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Pertussis (Whooping Cough)

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Pertussis, a respiratory illness commonly known as whooping cough, is a very contagious disease caused by a type of bacteria called Bordetella pertussis. These bacteria attach to the cilia (tiny, hair-like extensions) that line part of the upper respiratory system. The bacteria release toxins (poisons), which damage the cilia and cause airways to swell.

  • Symptoms
  • Transmission
  • Prevention

Pertussis symptoms have two stages. The first stage (which lasts 1 to 2 weeks) begins like a cold, with a runny nose, sneezing, mild fever, and cough which slowly gets worse. The second stage is marked by uncontrolled coughing spells and a whooping noise (in young children) when the person inhales. During severe coughing spells, a person may vomit or become blue in the face from lack of air. Between coughing spells, the person often appears to be well. The coughing spells may be so bad that it is hard for babies to eat, drink of breath. This coughing stage may last for 6 weeks or more. Adults, teens, and vaccinated children often have milder symptoms that mimic bronchitis or asthma. Some infants may only have apnea (failure to breath), and may die from this.

The germs that cause pertussis live in the nose, mouth and throat, and are sprayed into the air when an infected person sneezes, coughs or talks. Other people nearby can then inhale the germs. Touching a tissue or sharing a cup used by someone with pertussis can also spread the disease. The first symptoms usually appear about 7 to 10 days after a person is exposed. Infants often get pertussis from older children or adults.

Who gets pertussis?

Pertussis is most common among infants less than a year old, but anyone can get it. Pertussis can be hard to diagnose in very young infants, teens and adults because their symptoms often look like a cold with a nagging cough.

Yes, there is a vaccine to prevent pertussis. It is given along with diphtheria and tetanus vaccines in the same shot (called DTaP or Tdap). Five doses of vaccine, given in a series starting at 2 months of age, are needed to protect a child from pertussis. An adolescent and adult booster vaccine is recommended for persons 11-12 years and older. The vaccine works for most children, but it wears off after a number of years.

Pertussis Surveillance
October 2018

Key Points: 30 cases, 1 outbreak, Average of 5 contacts per case, <1 year olds had highest incidence, 73% cases not up to date/unknown immunizations

The number of pertussis cases reported in October increased from the previous month but remained below the previous 5-year average. In general, more pertussis cases are reported during the summer months.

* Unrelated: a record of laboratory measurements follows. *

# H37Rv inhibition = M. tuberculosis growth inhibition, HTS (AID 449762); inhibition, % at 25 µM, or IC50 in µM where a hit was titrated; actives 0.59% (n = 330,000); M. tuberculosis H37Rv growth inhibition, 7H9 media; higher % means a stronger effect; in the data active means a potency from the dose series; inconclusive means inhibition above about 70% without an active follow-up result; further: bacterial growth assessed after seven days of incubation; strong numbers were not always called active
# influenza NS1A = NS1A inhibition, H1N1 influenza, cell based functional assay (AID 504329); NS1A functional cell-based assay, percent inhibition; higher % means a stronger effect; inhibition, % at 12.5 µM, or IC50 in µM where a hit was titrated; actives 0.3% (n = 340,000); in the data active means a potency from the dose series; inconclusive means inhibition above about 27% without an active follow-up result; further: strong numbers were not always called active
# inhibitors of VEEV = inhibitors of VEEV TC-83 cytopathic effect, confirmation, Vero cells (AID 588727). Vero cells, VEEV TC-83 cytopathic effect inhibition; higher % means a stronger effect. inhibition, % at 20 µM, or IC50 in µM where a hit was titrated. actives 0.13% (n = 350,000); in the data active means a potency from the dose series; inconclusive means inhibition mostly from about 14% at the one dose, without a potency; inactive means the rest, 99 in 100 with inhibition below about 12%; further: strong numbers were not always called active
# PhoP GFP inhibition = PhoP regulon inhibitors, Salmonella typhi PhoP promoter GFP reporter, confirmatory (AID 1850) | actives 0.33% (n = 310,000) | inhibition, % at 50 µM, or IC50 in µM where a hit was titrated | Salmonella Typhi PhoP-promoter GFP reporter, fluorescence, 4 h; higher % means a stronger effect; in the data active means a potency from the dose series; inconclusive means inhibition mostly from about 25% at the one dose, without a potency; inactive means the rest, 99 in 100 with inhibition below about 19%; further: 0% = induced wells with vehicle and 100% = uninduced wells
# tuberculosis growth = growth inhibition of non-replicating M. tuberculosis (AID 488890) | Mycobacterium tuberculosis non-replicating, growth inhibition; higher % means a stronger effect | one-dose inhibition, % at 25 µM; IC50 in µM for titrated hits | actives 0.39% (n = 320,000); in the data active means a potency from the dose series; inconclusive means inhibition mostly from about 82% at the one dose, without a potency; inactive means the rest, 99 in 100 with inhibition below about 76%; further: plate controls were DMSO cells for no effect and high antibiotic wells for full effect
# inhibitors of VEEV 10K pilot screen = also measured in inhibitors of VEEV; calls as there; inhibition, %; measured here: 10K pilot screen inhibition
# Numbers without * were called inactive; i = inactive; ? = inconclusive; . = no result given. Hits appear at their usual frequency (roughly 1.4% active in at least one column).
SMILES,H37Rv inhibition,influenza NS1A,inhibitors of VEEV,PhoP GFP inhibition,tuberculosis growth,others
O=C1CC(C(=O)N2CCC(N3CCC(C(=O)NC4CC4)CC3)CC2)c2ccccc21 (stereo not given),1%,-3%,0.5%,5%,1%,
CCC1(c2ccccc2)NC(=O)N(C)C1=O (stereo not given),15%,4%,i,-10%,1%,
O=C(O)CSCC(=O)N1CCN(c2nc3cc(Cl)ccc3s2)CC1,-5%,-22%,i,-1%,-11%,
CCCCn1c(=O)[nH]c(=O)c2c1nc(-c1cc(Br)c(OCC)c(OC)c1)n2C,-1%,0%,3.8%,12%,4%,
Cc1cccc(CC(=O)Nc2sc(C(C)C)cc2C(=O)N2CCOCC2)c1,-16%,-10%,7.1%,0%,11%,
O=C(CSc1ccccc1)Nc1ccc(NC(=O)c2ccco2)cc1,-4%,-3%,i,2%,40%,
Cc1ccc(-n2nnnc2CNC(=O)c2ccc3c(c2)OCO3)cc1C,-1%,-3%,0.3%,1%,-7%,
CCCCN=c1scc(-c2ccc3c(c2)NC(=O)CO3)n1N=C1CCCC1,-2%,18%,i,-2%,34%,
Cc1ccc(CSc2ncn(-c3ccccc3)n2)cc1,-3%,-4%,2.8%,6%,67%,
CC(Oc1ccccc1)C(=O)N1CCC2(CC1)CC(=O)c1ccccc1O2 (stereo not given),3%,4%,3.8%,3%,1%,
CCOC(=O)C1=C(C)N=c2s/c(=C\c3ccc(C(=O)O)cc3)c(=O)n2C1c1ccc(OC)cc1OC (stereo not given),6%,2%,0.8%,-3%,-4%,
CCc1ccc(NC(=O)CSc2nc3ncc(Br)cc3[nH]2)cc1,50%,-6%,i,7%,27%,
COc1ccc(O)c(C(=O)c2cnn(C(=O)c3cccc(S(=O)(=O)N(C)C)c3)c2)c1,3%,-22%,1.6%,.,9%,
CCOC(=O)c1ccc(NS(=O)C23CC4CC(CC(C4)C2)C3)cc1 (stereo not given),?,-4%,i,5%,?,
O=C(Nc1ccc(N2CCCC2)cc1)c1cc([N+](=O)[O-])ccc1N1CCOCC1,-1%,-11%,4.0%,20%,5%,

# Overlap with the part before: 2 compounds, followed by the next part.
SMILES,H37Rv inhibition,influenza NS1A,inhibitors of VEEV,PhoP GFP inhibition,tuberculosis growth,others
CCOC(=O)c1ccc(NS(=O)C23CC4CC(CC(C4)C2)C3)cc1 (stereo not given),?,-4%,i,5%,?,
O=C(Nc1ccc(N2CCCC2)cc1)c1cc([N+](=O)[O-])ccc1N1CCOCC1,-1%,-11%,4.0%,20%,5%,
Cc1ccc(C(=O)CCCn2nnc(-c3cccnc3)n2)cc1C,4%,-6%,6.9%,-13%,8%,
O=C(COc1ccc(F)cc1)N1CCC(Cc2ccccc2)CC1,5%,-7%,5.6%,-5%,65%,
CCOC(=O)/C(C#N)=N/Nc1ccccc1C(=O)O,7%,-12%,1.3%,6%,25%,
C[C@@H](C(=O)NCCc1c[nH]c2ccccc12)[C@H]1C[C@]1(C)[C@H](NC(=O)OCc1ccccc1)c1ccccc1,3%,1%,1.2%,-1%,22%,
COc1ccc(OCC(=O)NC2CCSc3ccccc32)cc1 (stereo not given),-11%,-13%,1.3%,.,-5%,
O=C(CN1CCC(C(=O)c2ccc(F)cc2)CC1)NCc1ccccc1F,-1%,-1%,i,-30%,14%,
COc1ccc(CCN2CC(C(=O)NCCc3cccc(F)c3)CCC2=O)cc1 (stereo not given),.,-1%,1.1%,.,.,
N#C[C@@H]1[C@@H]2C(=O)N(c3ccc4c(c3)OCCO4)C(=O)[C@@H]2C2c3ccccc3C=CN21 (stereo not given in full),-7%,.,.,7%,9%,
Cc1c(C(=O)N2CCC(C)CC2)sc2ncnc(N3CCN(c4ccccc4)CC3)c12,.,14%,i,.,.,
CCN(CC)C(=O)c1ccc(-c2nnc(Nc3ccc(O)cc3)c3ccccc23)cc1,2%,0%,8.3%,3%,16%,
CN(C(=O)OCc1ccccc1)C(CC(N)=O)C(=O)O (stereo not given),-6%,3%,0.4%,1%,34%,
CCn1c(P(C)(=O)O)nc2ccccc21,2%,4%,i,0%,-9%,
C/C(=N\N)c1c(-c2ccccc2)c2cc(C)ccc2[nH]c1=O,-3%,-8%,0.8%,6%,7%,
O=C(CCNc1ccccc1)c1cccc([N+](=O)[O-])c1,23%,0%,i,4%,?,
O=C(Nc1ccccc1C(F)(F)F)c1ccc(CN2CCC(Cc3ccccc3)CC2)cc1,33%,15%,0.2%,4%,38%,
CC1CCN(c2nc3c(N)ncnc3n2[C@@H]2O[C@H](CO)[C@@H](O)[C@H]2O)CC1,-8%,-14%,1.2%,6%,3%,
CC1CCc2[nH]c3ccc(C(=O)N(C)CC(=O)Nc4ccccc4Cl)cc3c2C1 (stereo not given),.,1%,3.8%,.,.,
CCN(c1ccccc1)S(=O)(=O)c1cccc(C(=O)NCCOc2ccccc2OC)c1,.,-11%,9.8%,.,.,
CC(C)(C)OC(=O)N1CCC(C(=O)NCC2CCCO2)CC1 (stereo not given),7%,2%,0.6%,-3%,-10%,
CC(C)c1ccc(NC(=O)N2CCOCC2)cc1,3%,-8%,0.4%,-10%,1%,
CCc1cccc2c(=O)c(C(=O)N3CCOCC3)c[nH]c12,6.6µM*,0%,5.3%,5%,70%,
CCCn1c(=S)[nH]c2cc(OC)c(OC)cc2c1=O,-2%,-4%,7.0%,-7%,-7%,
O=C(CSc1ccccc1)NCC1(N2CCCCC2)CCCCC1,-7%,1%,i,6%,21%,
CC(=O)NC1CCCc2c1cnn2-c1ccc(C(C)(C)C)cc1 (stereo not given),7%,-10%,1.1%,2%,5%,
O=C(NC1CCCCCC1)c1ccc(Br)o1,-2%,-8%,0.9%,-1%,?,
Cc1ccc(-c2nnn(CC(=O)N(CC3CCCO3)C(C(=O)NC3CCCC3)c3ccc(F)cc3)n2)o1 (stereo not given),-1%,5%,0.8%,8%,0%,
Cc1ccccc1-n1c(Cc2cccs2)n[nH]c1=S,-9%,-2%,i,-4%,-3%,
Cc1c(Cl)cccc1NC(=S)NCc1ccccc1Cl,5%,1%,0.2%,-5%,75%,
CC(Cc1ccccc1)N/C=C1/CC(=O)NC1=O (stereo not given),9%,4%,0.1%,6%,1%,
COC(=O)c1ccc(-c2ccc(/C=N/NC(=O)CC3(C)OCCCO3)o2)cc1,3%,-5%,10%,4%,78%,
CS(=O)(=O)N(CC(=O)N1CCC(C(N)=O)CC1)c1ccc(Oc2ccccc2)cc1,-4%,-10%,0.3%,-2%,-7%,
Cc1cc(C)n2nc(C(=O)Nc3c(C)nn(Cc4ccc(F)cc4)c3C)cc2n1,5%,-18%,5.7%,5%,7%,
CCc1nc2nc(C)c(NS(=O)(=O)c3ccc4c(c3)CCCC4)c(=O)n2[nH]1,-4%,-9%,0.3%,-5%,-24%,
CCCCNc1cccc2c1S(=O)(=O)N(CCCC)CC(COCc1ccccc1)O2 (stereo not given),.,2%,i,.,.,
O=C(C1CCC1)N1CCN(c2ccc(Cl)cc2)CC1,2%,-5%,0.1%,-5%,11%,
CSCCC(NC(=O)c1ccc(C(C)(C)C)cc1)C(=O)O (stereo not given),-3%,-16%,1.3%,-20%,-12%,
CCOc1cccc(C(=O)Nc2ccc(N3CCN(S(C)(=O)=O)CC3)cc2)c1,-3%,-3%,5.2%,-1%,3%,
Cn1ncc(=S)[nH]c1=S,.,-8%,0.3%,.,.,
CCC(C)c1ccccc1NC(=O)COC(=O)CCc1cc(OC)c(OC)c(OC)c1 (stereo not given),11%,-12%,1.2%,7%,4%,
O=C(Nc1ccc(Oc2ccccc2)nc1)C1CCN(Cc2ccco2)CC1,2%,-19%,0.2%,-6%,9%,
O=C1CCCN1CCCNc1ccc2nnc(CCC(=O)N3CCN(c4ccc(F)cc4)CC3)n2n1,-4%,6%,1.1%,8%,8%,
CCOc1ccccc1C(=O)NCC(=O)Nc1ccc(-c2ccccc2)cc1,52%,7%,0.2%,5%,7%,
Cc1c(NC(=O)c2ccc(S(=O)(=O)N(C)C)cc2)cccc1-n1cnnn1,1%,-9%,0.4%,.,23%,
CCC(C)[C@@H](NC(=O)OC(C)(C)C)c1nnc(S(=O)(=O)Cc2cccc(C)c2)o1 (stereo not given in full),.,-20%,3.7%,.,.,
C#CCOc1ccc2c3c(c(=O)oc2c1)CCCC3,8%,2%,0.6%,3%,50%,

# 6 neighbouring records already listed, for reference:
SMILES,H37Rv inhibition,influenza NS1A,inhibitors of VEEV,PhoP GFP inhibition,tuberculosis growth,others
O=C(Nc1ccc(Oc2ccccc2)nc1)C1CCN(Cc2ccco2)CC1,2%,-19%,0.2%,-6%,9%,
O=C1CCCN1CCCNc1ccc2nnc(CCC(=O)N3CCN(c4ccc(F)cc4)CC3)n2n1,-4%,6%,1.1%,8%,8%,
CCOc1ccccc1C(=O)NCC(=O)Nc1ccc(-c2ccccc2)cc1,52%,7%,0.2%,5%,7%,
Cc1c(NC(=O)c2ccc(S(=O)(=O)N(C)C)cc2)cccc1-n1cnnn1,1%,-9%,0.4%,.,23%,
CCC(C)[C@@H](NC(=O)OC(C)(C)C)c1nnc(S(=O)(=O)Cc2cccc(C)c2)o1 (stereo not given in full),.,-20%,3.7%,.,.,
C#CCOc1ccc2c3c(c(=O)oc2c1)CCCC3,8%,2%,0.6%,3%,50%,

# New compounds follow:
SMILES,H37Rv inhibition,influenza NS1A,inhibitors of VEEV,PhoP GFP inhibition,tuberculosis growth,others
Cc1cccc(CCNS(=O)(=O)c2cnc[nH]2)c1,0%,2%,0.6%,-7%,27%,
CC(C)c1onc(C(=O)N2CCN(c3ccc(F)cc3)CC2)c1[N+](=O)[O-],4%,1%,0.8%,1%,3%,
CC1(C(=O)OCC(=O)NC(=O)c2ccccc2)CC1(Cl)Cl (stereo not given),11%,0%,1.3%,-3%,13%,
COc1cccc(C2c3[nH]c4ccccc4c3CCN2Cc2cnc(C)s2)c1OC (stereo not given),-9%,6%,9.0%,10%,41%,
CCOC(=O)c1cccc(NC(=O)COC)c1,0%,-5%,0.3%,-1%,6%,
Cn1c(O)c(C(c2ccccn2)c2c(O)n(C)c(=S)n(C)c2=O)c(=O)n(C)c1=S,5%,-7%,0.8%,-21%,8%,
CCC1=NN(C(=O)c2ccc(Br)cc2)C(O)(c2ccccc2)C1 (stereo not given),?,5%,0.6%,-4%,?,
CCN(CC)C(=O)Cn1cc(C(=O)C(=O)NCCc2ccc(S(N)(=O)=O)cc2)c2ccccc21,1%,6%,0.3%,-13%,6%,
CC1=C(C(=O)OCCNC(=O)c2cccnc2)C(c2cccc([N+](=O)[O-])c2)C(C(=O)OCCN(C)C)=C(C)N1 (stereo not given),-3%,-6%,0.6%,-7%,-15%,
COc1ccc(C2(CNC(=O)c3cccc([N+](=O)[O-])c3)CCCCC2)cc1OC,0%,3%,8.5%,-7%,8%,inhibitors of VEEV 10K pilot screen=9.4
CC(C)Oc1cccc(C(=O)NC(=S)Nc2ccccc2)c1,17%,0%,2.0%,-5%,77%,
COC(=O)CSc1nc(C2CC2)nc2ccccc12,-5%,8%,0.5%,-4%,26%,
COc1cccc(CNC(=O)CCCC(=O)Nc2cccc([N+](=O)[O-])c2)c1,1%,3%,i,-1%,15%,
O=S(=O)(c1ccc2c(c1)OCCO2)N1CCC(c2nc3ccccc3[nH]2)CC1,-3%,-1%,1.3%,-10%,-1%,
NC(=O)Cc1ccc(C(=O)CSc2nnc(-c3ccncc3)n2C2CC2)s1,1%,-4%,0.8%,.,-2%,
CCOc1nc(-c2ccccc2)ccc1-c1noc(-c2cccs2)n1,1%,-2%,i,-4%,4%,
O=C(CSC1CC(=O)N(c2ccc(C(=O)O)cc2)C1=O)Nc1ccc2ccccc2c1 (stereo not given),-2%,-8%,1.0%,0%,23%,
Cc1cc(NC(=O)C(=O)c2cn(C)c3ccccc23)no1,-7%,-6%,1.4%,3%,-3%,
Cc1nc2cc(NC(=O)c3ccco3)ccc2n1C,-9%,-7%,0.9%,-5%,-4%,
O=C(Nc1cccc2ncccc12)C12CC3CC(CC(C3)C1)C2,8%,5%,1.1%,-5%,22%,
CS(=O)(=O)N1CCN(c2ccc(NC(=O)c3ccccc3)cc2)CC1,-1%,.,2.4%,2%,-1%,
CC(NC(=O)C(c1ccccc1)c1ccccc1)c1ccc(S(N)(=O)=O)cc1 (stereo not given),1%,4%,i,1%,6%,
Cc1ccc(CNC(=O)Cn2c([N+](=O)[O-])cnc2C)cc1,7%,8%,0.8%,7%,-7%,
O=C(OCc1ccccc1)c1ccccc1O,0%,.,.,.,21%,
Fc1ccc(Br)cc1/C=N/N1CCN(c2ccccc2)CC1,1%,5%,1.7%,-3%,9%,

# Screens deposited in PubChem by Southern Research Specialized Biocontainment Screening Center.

Image is explained in the paragraph above.

From January 1, 2018 through October 31, 2018, 279 pertussis cases were reported in 33 counties. The number of cases as of October 31 in previous years are marked by the white bars for 2013-2017. Since 2014, the number of pertussis cases reported annually decreased. Pertussis is cyclic in nature with peaks in disease every 3-5 years. Pertussis cases last peaked between 2013 and 2014. Thus far in 2018, it appears case counts will remain consistent with those seen during non-peak years.

In October, 7 (23%) of 30 total pertussis cases were associated with transmission within households and 13 (43%) cases were outbreak associated. For most pertussis cases, exposure to other known cases is never identified, and they are not able to be linked to outbreaks.

This image shows that 7 cases were associated with transmission within households and 13 cases were associated with outbreaks out of a total of 30 cases in September. In the previous 3 months, 13 cases were associated with transmission within households and 1 cases were associated with outbreaks out of a total of 33 cases.

The 30 pertussis cases in October were reported among the 10 counties outlined in black. During the previous 3 months (July through September), the average county rate has varied throughout the state.

The 30 pertussis cases in October were reported among the 10 counties outlined in black. The counties are: Nassau, St.Johns, Orange, Palm Beach, Miami-Dade, Collier, Sarasota, Hillsborough, Pinellas, Pasco. This image contains a summary of the total number of pertussis cases reported from 2013 through 2018 to date. 735 cases in 2013; 713 cases in 2014; 341 cases in 2015; 335 cases in 2016; 358 cases in 2017; 279 cases in 2018 to date.

One pertussis outbreak was reported in October. This outbreak was in a school in Pinellas County and to date, consists of 5 reported cases.

Eight pertussis outbreaks have been reported. Outbreak settings include schools (4 outbreaks), daycare (2 outbreaks), work place (1 outbreak), and extended family (1 outbreak).

For more information please read the full summary.

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